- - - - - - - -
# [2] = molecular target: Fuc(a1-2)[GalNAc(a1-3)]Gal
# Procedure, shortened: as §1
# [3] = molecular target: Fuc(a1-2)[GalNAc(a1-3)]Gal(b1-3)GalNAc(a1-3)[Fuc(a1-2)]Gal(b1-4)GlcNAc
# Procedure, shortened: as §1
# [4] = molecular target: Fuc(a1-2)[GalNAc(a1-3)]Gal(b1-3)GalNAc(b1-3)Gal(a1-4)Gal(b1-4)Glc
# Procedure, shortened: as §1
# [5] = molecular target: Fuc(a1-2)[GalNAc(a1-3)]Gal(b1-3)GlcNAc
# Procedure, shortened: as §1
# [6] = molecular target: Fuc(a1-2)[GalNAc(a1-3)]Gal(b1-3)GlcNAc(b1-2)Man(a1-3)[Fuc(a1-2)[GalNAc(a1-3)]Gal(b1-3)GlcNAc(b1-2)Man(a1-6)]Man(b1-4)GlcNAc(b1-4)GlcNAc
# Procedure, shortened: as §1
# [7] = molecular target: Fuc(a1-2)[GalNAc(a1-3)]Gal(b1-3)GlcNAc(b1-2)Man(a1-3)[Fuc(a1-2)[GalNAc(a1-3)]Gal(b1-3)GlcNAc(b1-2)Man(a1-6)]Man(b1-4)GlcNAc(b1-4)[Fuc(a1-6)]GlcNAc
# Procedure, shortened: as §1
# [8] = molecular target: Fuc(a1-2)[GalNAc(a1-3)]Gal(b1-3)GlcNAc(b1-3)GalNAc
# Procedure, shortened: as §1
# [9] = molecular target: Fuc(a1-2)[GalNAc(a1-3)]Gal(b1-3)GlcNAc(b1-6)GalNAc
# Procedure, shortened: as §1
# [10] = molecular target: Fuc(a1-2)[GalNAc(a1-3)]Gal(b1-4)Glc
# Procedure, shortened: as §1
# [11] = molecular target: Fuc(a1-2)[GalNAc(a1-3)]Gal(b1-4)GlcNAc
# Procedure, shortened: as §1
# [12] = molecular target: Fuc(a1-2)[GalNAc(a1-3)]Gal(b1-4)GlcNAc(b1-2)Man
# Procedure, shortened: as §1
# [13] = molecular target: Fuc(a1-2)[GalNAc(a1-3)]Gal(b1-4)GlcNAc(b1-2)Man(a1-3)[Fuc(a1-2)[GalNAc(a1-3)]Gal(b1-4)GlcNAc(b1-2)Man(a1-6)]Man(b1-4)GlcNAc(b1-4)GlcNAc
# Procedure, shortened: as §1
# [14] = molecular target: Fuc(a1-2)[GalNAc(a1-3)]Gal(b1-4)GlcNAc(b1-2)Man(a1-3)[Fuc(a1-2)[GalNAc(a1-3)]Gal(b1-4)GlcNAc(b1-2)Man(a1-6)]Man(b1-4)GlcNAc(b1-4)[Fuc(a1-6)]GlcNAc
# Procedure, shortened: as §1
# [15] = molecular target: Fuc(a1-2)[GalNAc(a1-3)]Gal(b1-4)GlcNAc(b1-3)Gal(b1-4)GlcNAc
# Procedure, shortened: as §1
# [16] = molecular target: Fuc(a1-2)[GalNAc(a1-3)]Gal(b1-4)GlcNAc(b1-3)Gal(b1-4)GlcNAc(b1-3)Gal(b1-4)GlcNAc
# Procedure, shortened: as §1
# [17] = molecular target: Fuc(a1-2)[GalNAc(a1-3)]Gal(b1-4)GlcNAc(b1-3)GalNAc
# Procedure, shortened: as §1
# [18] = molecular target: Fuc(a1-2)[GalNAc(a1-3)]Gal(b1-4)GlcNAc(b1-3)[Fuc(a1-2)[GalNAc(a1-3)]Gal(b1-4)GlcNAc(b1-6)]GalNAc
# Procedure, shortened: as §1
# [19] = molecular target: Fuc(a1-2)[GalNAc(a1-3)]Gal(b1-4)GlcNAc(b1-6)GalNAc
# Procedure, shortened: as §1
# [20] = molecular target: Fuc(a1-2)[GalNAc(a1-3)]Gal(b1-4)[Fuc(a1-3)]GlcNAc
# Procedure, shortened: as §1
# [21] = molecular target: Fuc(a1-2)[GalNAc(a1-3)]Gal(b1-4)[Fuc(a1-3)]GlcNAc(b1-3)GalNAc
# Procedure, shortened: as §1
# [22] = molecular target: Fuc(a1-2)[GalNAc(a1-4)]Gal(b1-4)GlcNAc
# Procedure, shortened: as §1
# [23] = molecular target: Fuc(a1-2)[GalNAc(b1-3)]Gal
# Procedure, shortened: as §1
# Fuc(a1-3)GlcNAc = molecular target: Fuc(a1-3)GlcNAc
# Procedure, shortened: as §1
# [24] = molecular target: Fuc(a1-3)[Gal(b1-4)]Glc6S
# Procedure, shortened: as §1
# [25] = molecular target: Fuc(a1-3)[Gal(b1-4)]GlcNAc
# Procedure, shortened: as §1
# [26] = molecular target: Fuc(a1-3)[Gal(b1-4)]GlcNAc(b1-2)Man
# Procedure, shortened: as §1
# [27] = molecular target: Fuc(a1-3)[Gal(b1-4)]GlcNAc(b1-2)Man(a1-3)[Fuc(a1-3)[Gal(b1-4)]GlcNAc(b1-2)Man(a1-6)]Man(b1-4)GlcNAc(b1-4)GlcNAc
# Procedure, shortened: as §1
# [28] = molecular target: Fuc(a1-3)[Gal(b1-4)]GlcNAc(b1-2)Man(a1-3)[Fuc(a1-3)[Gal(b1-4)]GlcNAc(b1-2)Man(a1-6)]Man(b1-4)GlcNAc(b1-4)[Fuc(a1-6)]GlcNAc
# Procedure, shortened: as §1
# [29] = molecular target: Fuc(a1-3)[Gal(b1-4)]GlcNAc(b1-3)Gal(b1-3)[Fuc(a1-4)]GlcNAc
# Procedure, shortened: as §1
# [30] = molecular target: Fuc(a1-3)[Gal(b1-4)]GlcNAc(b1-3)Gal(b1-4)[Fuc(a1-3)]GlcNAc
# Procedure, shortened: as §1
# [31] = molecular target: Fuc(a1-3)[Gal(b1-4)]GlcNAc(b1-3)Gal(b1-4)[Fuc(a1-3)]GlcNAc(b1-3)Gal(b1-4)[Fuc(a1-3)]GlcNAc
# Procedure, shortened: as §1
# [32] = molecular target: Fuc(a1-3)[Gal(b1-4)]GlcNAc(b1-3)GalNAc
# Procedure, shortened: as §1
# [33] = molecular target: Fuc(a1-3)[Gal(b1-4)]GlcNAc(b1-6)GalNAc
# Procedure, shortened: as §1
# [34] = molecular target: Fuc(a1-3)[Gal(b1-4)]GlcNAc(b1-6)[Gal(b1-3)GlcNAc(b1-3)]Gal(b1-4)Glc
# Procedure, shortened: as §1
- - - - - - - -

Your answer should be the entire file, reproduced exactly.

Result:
# [2] = molecular target: Fuc(a1-2)[GalNAc(a1-3)]Gal
# Procedure, shortened: as §1
# [3] = molecular target: Fuc(a1-2)[GalNAc(a1-3)]Gal(b1-3)GalNAc(a1-3)[Fuc(a1-2)]Gal(b1-4)GlcNAc
# Procedure, shortened: as §1
# [4] = molecular target: Fuc(a1-2)[GalNAc(a1-3)]Gal(b1-3)GalNAc(b1-3)Gal(a1-4)Gal(b1-4)Glc
# Procedure, shortened: as §1
# [5] = molecular target: Fuc(a1-2)[GalNAc(a1-3)]Gal(b1-3)GlcNAc
# Procedure, shortened: as §1
# [6] = molecular target: Fuc(a1-2)[GalNAc(a1-3)]Gal(b1-3)GlcNAc(b1-2)Man(a1-3)[Fuc(a1-2)[GalNAc(a1-3)]Gal(b1-3)GlcNAc(b1-2)Man(a1-6)]Man(b1-4)GlcNAc(b1-4)GlcNAc
# Procedure, shortened: as §1
# [7] = molecular target: Fuc(a1-2)[GalNAc(a1-3)]Gal(b1-3)GlcNAc(b1-2)Man(a1-3)[Fuc(a1-2)[GalNAc(a1-3)]Gal(b1-3)GlcNAc(b1-2)Man(a1-6)]Man(b1-4)GlcNAc(b1-4)[Fuc(a1-6)]GlcNAc
# Procedure, shortened: as §1
# [8] = molecular target: Fuc(a1-2)[GalNAc(a1-3)]Gal(b1-3)GlcNAc(b1-3)GalNAc
# Procedure, shortened: as §1
# [9] = molecular target: Fuc(a1-2)[GalNAc(a1-3)]Gal(b1-3)GlcNAc(b1-6)GalNAc
# Procedure, shortened: as §1
# [10] = molecular target: Fuc(a1-2)[GalNAc(a1-3)]Gal(b1-4)Glc
# Procedure, shortened: as §1
# [11] = molecular target: Fuc(a1-2)[GalNAc(a1-3)]Gal(b1-4)GlcNAc
# Procedure, shortened: as §1
# [12] = molecular target: Fuc(a1-2)[GalNAc(a1-3)]Gal(b1-4)GlcNAc(b1-2)Man
# Procedure, shortened: as §1
# [13] = molecular target: Fuc(a1-2)[GalNAc(a1-3)]Gal(b1-4)GlcNAc(b1-2)Man(a1-3)[Fuc(a1-2)[GalNAc(a1-3)]Gal(b1-4)GlcNAc(b1-2)Man(a1-6)]Man(b1-4)GlcNAc(b1-4)GlcNAc
# Procedure, shortened: as §1
# [14] = molecular target: Fuc(a1-2)[GalNAc(a1-3)]Gal(b1-4)GlcNAc(b1-2)Man(a1-3)[Fuc(a1-2)[GalNAc(a1-3)]Gal(b1-4)GlcNAc(b1-2)Man(a1-6)]Man(b1-4)GlcNAc(b1-4)[Fuc(a1-6)]GlcNAc
# Procedure, shortened: as §1
# [15] = molecular target: Fuc(a1-2)[GalNAc(a1-3)]Gal(b1-4)GlcNAc(b1-3)Gal(b1-4)GlcNAc
# Procedure, shortened: as §1
# [16] = molecular target: Fuc(a1-2)[GalNAc(a1-3)]Gal(b1-4)GlcNAc(b1-3)Gal(b1-4)GlcNAc(b1-3)Gal(b1-4)GlcNAc
# Procedure, shortened: as §1
# [17] = molecular target: Fuc(a1-2)[GalNAc(a1-3)]Gal(b1-4)GlcNAc(b1-3)GalNAc
# Procedure, shortened: as §1
# [18] = molecular target: Fuc(a1-2)[GalNAc(a1-3)]Gal(b1-4)GlcNAc(b1-3)[Fuc(a1-2)[GalNAc(a1-3)]Gal(b1-4)GlcNAc(b1-6)]GalNAc
# Procedure, shortened: as §1
# [19] = molecular target: Fuc(a1-2)[GalNAc(a1-3)]Gal(b1-4)GlcNAc(b1-6)GalNAc
# Procedure, shortened: as §1
# [20] = molecular target: Fuc(a1-2)[GalNAc(a1-3)]Gal(b1-4)[Fuc(a1-3)]GlcNAc
# Procedure, shortened: as §1
# [21] = molecular target: Fuc(a1-2)[GalNAc(a1-3)]Gal(b1-4)[Fuc(a1-3)]GlcNAc(b1-3)GalNAc
# Procedure, shortened: as §1
# [22] = molecular target: Fuc(a1-2)[GalNAc(a1-4)]Gal(b1-4)GlcNAc
# Procedure, shortened: as §1
# [23] = molecular target: Fuc(a1-2)[GalNAc(b1-3)]Gal
# Procedure, shortened: as §1
# Fuc(a1-3)GlcNAc = molecular target: Fuc(a1-3)GlcNAc
# Procedure, shortened: as §1
# [24] = molecular target: Fuc(a1-3)[Gal(b1-4)]Glc6S
# Procedure, shortened: as §1
# [25] = molecular target: Fuc(a1-3)[Gal(b1-4)]GlcNAc
# Procedure, shortened: as §1
# [26] = molecular target: Fuc(a1-3)[Gal(b1-4)]GlcNAc(b1-2)Man
# Procedure, shortened: as §1
# [27] = molecular target: Fuc(a1-3)[Gal(b1-4)]GlcNAc(b1-2)Man(a1-3)[Fuc(a1-3)[Gal(b1-4)]GlcNAc(b1-2)Man(a1-6)]Man(b1-4)GlcNAc(b1-4)GlcNAc
# Procedure, shortened: as §1
# [28] = molecular target: Fuc(a1-3)[Gal(b1-4)]GlcNAc(b1-2)Man(a1-3)[Fuc(a1-3)[Gal(b1-4)]GlcNAc(b1-2)Man(a1-6)]Man(b1-4)GlcNAc(b1-4)[Fuc(a1-6)]GlcNAc
# Procedure, shortened: as §1
# [29] = molecular target: Fuc(a1-3)[Gal(b1-4)]GlcNAc(b1-3)Gal(b1-3)[Fuc(a1-4)]GlcNAc
# Procedure, shortened: as §1
# [30] = molecular target: Fuc(a1-3)[Gal(b1-4)]GlcNAc(b1-3)Gal(b1-4)[Fuc(a1-3)]GlcNAc
# Procedure, shortened: as §1
# [31] = molecular target: Fuc(a1-3)[Gal(b1-4)]GlcNAc(b1-3)Gal(b1-4)[Fuc(a1-3)]GlcNAc(b1-3)Gal(b1-4)[Fuc(a1-3)]GlcNAc
# Procedure, shortened: as §1
# [32] = molecular target: Fuc(a1-3)[Gal(b1-4)]GlcNAc(b1-3)GalNAc
# Procedure, shortened: as §1
# [33] = molecular target: Fuc(a1-3)[Gal(b1-4)]GlcNAc(b1-6)GalNAc
# Procedure, shortened: as §1
# [34] = molecular target: Fuc(a1-3)[Gal(b1-4)]GlcNAc(b1-6)[Gal(b1-3)GlcNAc(b1-3)]Gal(b1-4)Glc
# Procedure, shortened: as §1